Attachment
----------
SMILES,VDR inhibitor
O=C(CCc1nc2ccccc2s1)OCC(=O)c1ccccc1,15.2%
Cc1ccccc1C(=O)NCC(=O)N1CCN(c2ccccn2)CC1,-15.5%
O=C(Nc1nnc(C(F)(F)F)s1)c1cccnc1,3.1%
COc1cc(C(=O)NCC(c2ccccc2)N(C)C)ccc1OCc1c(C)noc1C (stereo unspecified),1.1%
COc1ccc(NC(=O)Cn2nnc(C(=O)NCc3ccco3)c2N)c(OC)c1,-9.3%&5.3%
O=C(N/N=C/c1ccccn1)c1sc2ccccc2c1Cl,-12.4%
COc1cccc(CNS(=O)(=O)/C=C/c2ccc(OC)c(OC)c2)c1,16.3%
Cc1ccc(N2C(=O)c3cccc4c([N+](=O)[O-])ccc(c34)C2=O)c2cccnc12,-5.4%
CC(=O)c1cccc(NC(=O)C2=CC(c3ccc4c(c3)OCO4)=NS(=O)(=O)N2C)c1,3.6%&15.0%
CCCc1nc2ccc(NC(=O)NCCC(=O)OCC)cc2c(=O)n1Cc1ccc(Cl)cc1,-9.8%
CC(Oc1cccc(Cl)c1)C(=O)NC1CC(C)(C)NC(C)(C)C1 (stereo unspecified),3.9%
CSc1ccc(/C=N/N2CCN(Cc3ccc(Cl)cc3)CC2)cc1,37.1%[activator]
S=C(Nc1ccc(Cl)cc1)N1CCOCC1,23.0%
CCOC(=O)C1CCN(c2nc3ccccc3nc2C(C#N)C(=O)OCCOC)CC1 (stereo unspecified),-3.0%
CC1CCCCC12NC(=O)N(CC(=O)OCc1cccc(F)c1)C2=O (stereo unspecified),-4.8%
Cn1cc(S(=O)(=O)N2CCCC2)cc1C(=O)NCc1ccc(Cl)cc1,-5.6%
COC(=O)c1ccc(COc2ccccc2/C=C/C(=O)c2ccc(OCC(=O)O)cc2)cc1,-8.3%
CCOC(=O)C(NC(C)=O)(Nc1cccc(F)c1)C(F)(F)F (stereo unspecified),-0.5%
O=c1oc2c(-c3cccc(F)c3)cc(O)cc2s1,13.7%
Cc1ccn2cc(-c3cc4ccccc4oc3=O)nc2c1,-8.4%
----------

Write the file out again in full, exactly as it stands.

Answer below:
SMILES,VDR inhibitor
O=C(CCc1nc2ccccc2s1)OCC(=O)c1ccccc1,15.2%
Cc1ccccc1C(=O)NCC(=O)N1CCN(c2ccccn2)CC1,-15.5%
O=C(Nc1nnc(C(F)(F)F)s1)c1cccnc1,3.1%
COc1cc(C(=O)NCC(c2ccccc2)N(C)C)ccc1OCc1c(C)noc1C (stereo unspecified),1.1%
COc1ccc(NC(=O)Cn2nnc(C(=O)NCc3ccco3)c2N)c(OC)c1,-9.3%&5.3%
O=C(N/N=C/c1ccccn1)c1sc2ccccc2c1Cl,-12.4%
COc1cccc(CNS(=O)(=O)/C=C/c2ccc(OC)c(OC)c2)c1,16.3%
Cc1ccc(N2C(=O)c3cccc4c([N+](=O)[O-])ccc(c34)C2=O)c2cccnc12,-5.4%
CC(=O)c1cccc(NC(=O)C2=CC(c3ccc4c(c3)OCO4)=NS(=O)(=O)N2C)c1,3.6%&15.0%
CCCc1nc2ccc(NC(=O)NCCC(=O)OCC)cc2c(=O)n1Cc1ccc(Cl)cc1,-9.8%
CC(Oc1cccc(Cl)c1)C(=O)NC1CC(C)(C)NC(C)(C)C1 (stereo unspecified),3.9%
CSc1ccc(/C=N/N2CCN(Cc3ccc(Cl)cc3)CC2)cc1,37.1%[activator]
S=C(Nc1ccc(Cl)cc1)N1CCOCC1,23.0%
CCOC(=O)C1CCN(c2nc3ccccc3nc2C(C#N)C(=O)OCCOC)CC1 (stereo unspecified),-3.0%
CC1CCCCC12NC(=O)N(CC(=O)OCc1cccc(F)c1)C2=O (stereo unspecified),-4.8%
Cn1cc(S(=O)(=O)N2CCCC2)cc1C(=O)NCc1ccc(Cl)cc1,-5.6%
COC(=O)c1ccc(COc2ccccc2/C=C/C(=O)c2ccc(OCC(=O)O)cc2)cc1,-8.3%
CCOC(=O)C(NC(C)=O)(Nc1cccc(F)c1)C(F)(F)F (stereo unspecified),-0.5%
O=c1oc2c(-c3cccc(F)c3)cc(O)cc2s1,13.7%
Cc1ccn2cc(-c3cc4ccccc4oc3=O)nc2c1,-8.4%